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Cult Vault #8: Michael Robinson on The Day of the Locust

Film artist Michael Robinson recommends 30s LA 

flick about interwoven lives

Taken from the November 2010 issue of Dazed & Confused:

Film artist Michael Robinson claims his short films “give things from the past a demonic afterlife”, using pop detritus that can include everything from Little House On The Prairie to National Geographic to Guns’n’Roses’s November Rain. Dazed caught up with the filmmaker during MOMA’s GNY exhibition to get his cult film recommendation. Here he discusses The Day of The Locust, John Schlesinger’s 1975 film based on Nathanael West’s 1939 novel. 

The Day of The Locust is about a handful of desperate souls struggling in 1930s Los Angeles whose lives are interwoven, and who only drag each other down. Karen Black is extraordinary as aspiring actress Faye Greener, tragically charismatic but ultimately helpless and empty. Donald Sutherland is a spineless sweetheart who Faye takes full advantage of, and William Atherton is an aspiring art director, a careerist also in love with Karen who won’t take no for an answer – by the time you’re halfway through the film, you’re not sure you like anyone.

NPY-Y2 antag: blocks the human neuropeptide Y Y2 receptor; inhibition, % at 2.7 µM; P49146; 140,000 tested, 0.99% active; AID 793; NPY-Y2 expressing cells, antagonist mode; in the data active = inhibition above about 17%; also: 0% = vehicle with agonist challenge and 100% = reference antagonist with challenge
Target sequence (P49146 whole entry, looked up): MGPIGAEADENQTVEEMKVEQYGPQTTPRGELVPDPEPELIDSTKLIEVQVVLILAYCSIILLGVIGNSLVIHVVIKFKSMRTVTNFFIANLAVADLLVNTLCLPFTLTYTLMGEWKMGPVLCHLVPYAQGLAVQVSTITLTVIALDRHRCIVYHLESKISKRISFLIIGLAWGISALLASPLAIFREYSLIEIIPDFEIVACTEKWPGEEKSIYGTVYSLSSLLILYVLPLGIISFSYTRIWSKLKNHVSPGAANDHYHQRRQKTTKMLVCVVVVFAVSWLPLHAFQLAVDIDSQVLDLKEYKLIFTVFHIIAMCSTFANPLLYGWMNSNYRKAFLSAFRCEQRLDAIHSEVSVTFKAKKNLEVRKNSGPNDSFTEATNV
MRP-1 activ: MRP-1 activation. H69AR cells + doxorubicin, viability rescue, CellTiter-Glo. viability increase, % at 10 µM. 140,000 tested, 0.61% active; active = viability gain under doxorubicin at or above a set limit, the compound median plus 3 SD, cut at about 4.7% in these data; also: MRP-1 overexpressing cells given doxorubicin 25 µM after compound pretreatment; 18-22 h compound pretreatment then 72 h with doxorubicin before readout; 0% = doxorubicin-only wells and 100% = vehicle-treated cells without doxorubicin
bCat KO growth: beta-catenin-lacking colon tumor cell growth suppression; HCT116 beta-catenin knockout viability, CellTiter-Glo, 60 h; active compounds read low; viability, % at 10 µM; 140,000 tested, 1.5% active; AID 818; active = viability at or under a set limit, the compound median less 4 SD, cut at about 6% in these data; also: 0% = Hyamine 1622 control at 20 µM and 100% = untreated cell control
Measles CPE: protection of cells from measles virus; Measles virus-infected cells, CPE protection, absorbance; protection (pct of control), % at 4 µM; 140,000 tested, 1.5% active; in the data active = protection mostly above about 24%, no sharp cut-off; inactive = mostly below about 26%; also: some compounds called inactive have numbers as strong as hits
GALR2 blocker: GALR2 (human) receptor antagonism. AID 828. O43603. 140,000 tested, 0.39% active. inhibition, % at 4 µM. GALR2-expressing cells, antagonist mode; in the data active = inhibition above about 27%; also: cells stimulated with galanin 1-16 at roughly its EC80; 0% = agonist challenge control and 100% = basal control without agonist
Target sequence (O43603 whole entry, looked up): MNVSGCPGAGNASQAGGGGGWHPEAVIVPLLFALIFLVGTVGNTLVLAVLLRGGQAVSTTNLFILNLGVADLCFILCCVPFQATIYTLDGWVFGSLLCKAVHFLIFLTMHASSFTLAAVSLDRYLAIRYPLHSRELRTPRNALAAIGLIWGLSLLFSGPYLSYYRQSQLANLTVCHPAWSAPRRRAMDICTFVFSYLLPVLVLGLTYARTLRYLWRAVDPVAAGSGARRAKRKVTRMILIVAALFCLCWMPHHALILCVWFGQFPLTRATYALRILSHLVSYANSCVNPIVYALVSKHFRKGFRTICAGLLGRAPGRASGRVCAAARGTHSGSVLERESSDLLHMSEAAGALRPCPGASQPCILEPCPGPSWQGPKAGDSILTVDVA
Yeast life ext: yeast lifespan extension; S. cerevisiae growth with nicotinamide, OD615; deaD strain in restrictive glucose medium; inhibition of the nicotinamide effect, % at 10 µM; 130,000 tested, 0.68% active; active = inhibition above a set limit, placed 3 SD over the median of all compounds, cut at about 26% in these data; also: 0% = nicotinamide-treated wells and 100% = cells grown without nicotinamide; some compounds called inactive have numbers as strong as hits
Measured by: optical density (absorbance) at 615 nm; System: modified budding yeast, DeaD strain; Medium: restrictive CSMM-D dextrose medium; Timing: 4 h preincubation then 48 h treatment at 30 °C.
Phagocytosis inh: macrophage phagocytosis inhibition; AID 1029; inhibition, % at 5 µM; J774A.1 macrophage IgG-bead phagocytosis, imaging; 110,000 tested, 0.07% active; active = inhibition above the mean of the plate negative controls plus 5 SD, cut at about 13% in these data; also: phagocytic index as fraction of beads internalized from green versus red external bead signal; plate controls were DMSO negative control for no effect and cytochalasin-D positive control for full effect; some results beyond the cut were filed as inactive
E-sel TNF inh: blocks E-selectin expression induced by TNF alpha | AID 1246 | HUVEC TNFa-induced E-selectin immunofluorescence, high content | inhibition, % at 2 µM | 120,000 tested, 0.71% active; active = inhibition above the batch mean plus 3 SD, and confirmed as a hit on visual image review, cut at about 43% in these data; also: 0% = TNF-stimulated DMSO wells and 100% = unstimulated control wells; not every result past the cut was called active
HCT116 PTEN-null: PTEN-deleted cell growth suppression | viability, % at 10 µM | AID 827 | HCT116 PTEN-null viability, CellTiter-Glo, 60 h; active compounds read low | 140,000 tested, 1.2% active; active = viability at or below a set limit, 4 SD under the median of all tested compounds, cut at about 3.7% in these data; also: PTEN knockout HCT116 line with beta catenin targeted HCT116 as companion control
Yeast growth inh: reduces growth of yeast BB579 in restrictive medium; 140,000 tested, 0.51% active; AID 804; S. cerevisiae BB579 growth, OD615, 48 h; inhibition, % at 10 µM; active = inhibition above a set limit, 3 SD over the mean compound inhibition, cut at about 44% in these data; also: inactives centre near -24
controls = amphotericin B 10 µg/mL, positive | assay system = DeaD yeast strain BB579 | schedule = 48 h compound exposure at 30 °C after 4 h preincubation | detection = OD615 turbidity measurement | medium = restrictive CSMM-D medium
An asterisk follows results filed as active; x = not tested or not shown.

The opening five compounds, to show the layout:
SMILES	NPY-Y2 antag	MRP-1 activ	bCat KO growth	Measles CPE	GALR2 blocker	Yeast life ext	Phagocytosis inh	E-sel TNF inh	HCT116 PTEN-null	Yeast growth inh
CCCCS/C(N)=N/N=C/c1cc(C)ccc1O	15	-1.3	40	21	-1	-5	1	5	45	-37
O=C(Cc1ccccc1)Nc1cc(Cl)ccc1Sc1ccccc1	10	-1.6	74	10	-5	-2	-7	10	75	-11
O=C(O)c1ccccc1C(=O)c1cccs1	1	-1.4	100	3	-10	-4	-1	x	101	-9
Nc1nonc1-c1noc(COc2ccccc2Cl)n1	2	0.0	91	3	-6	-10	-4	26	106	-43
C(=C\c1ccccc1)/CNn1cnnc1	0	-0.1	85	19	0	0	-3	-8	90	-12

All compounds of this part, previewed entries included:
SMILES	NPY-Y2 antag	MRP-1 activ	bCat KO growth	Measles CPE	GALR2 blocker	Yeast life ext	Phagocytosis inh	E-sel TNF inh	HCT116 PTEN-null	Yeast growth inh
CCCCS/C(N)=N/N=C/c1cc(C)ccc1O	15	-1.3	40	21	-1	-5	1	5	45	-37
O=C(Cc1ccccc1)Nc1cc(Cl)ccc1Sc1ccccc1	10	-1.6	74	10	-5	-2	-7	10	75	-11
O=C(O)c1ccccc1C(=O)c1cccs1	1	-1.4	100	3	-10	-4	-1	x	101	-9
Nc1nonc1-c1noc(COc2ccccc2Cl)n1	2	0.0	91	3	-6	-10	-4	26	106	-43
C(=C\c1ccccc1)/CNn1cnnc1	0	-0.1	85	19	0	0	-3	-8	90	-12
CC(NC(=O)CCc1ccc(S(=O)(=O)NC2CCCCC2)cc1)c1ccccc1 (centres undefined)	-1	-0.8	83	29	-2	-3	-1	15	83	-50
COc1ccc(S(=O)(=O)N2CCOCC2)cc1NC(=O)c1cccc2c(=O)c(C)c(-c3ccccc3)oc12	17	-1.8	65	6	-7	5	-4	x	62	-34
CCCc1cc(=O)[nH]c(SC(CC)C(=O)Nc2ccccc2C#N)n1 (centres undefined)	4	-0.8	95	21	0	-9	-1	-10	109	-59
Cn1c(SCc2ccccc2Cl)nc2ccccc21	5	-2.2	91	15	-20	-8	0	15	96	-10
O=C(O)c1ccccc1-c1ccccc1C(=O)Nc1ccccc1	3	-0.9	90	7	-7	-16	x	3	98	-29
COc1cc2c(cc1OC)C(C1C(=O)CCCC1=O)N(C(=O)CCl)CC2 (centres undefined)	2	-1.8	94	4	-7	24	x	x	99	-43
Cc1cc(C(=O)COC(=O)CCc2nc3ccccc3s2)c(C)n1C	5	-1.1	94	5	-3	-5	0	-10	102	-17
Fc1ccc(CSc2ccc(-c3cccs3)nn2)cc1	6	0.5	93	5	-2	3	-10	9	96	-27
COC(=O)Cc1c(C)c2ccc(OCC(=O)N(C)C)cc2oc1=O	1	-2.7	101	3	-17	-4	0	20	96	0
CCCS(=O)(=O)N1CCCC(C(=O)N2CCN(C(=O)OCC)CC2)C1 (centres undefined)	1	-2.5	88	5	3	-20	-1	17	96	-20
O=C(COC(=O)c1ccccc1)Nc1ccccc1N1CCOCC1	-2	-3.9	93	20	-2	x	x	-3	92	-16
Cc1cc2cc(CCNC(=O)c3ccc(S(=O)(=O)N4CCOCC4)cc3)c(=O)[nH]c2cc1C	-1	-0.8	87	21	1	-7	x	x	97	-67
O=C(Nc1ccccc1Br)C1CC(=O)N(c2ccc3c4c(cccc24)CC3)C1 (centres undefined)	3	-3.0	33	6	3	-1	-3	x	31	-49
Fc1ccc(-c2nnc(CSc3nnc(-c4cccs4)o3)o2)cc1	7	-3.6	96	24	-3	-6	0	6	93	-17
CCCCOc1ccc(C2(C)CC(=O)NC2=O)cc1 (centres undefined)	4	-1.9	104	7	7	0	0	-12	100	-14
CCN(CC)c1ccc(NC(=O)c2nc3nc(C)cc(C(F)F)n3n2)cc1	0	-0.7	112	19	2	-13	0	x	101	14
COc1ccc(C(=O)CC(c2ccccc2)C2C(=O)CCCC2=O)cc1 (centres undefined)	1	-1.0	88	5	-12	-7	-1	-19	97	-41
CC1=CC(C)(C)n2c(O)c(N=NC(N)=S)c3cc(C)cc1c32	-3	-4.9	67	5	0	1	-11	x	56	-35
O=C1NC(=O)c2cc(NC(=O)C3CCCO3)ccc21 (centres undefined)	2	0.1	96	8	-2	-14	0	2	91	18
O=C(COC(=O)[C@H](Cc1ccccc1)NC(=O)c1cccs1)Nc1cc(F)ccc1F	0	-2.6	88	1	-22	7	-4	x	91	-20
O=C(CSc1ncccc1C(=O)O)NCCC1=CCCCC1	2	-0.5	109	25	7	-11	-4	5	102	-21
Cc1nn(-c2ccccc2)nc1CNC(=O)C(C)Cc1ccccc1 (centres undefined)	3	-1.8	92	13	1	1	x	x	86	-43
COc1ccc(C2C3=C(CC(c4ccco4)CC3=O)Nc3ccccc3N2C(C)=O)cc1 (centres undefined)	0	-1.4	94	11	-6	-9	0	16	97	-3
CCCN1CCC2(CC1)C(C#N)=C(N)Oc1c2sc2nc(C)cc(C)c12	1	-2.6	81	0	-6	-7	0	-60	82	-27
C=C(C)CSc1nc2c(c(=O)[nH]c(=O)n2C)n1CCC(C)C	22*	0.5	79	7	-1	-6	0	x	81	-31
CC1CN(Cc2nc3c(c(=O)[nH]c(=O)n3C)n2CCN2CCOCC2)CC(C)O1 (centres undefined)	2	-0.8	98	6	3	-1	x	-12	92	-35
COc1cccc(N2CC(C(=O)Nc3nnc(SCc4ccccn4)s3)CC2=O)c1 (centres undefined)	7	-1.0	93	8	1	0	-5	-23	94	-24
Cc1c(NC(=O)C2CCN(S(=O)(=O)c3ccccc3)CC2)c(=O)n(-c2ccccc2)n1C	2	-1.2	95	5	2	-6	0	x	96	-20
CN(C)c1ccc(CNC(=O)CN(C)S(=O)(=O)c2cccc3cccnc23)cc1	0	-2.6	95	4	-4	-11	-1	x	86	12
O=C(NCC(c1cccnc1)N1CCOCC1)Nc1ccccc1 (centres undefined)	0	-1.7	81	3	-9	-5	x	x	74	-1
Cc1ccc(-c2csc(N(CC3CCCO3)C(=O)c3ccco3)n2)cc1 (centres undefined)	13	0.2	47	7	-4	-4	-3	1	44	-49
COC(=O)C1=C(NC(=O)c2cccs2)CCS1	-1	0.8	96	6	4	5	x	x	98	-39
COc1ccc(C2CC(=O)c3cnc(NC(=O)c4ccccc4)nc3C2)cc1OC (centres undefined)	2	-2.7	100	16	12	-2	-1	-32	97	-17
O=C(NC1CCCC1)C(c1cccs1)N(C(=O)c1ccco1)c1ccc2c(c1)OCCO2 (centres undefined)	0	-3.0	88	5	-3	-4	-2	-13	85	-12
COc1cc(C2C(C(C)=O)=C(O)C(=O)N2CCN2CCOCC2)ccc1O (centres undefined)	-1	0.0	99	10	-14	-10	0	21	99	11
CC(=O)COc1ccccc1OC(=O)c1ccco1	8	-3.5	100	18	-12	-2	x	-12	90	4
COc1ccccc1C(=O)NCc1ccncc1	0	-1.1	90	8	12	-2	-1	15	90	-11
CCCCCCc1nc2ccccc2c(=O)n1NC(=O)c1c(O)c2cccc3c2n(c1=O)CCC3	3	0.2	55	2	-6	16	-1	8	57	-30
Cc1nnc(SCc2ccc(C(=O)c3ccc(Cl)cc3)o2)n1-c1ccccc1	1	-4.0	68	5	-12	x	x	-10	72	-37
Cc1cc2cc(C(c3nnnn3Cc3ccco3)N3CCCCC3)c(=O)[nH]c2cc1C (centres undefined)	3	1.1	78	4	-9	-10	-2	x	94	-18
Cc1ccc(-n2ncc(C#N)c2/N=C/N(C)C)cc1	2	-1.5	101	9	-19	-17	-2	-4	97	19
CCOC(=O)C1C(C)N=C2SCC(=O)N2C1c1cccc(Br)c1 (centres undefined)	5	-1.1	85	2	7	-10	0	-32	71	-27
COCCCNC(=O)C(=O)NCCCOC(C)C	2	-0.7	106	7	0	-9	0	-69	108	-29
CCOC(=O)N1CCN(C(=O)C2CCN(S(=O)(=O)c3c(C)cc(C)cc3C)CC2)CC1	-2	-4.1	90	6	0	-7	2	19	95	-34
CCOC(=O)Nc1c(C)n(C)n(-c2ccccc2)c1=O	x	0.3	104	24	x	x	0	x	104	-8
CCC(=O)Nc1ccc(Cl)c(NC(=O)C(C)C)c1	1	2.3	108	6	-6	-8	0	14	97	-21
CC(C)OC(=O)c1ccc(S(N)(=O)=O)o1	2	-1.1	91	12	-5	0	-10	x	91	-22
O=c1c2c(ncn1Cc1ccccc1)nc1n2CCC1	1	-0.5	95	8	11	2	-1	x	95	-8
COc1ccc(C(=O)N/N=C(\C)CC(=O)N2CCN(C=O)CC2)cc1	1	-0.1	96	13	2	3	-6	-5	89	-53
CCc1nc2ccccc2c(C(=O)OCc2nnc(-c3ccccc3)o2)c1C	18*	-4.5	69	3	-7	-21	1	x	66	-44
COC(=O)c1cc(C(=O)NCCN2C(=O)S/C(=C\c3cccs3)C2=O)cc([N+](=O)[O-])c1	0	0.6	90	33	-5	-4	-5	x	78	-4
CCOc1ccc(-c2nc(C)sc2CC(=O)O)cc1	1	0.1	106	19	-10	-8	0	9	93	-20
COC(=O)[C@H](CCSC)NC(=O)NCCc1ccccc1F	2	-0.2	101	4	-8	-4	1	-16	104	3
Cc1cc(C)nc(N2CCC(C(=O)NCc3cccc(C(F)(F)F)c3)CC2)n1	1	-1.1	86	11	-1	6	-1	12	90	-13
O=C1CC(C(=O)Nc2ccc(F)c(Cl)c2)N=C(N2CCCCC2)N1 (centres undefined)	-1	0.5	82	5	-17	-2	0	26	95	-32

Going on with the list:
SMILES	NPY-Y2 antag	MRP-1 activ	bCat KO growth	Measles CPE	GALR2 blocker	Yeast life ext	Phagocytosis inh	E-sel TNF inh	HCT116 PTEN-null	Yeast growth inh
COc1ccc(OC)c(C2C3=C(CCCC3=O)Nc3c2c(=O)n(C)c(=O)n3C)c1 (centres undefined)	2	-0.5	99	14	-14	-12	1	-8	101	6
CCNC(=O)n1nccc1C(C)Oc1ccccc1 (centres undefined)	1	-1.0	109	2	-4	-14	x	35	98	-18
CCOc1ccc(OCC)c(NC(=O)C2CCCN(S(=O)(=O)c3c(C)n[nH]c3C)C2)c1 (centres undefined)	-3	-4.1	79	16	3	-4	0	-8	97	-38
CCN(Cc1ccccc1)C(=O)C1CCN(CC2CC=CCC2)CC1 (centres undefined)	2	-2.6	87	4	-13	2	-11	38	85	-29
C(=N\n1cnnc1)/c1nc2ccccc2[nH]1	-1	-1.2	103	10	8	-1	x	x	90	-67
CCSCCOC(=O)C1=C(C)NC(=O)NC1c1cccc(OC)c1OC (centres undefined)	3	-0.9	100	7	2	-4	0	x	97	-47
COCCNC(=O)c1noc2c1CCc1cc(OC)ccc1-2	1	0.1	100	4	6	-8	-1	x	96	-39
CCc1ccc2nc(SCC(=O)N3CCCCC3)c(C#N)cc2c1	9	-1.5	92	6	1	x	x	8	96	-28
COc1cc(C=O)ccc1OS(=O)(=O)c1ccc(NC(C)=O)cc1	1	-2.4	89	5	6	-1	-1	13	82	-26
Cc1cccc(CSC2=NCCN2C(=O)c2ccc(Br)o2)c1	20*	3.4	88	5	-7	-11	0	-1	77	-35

It feels like a predecessor to David Lynch’s Los Angeles-based stuff, especially Mulholland Drive. Taking place largely in an apartment complex in seedy LA, the characters’ aspirations exemplify grim desperation and American greed. But where Mulholland Drive declares itself as a surrealist nightmare, here the trauma and surrealism are kept just below the surface. Stylistically, it’s really woozy, with a powerful 70s slowness: it weaves a really weird spell in its portrayal of the failed American Dream. Hollywood’s false reality is the film’s antagonist, ruining all the characters and bringing about anapocalyptic ending.”